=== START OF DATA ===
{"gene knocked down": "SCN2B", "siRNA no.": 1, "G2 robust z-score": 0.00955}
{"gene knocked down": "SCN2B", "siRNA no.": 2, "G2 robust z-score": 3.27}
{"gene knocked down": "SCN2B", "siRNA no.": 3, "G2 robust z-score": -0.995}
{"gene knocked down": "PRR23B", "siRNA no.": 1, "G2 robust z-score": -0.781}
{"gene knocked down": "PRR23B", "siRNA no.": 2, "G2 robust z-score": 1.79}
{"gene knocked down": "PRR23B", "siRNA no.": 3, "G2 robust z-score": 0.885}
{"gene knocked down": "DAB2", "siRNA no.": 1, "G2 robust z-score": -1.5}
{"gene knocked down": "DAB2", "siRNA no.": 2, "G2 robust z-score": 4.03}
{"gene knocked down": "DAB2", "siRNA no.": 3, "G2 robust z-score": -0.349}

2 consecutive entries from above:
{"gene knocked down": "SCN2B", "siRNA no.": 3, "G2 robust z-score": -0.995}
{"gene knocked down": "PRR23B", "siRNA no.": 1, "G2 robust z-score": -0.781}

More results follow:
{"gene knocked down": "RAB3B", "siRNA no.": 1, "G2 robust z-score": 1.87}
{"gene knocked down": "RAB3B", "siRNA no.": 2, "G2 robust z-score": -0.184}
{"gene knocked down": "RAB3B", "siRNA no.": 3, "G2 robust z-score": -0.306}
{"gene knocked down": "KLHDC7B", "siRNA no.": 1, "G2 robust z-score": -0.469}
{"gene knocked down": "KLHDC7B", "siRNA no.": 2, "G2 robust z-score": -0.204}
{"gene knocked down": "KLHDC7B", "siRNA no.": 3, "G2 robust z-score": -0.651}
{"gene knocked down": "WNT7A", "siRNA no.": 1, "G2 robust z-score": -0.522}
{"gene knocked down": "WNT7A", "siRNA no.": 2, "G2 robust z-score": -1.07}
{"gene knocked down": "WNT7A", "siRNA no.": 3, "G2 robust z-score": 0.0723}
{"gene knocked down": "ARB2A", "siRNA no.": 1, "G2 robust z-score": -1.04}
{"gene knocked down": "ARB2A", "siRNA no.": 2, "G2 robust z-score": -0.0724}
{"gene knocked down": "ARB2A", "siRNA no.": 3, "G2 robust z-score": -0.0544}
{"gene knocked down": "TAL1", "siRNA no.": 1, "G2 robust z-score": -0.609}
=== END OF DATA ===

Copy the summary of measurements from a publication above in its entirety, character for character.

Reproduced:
{"gene knocked down": "SCN2B", "siRNA no.": 1, "G2 robust z-score": 0.00955}
{"gene knocked down": "SCN2B", "siRNA no.": 2, "G2 robust z-score": 3.27}
{"gene knocked down": "SCN2B", "siRNA no.": 3, "G2 robust z-score": -0.995}
{"gene knocked down": "PRR23B", "siRNA no.": 1, "G2 robust z-score": -0.781}
{"gene knocked down": "PRR23B", "siRNA no.": 2, "G2 robust z-score": 1.79}
{"gene knocked down": "PRR23B", "siRNA no.": 3, "G2 robust z-score": 0.885}
{"gene knocked down": "DAB2", "siRNA no.": 1, "G2 robust z-score": -1.5}
{"gene knocked down": "DAB2", "siRNA no.": 2, "G2 robust z-score": 4.03}
{"gene knocked down": "DAB2", "siRNA no.": 3, "G2 robust z-score": -0.349}

2 consecutive entries from above:
{"gene knocked down": "SCN2B", "siRNA no.": 3, "G2 robust z-score": -0.995}
{"gene knocked down": "PRR23B", "siRNA no.": 1, "G2 robust z-score": -0.781}

More results follow:
{"gene knocked down": "RAB3B", "siRNA no.": 1, "G2 robust z-score": 1.87}
{"gene knocked down": "RAB3B", "siRNA no.": 2, "G2 robust z-score": -0.184}
{"gene knocked down": "RAB3B", "siRNA no.": 3, "G2 robust z-score": -0.306}
{"gene knocked down": "KLHDC7B", "siRNA no.": 1, "G2 robust z-score": -0.469}
{"gene knocked down": "KLHDC7B", "siRNA no.": 2, "G2 robust z-score": -0.204}
{"gene knocked down": "KLHDC7B", "siRNA no.": 3, "G2 robust z-score": -0.651}
{"gene knocked down": "WNT7A", "siRNA no.": 1, "G2 robust z-score": -0.522}
{"gene knocked down": "WNT7A", "siRNA no.": 2, "G2 robust z-score": -1.07}
{"gene knocked down": "WNT7A", "siRNA no.": 3, "G2 robust z-score": 0.0723}
{"gene knocked down": "ARB2A", "siRNA no.": 1, "G2 robust z-score": -1.04}
{"gene knocked down": "ARB2A", "siRNA no.": 2, "G2 robust z-score": -0.0724}
{"gene knocked down": "ARB2A", "siRNA no.": 3, "G2 robust z-score": -0.0544}
{"gene knocked down": "TAL1", "siRNA no.": 1, "G2 robust z-score": -0.609}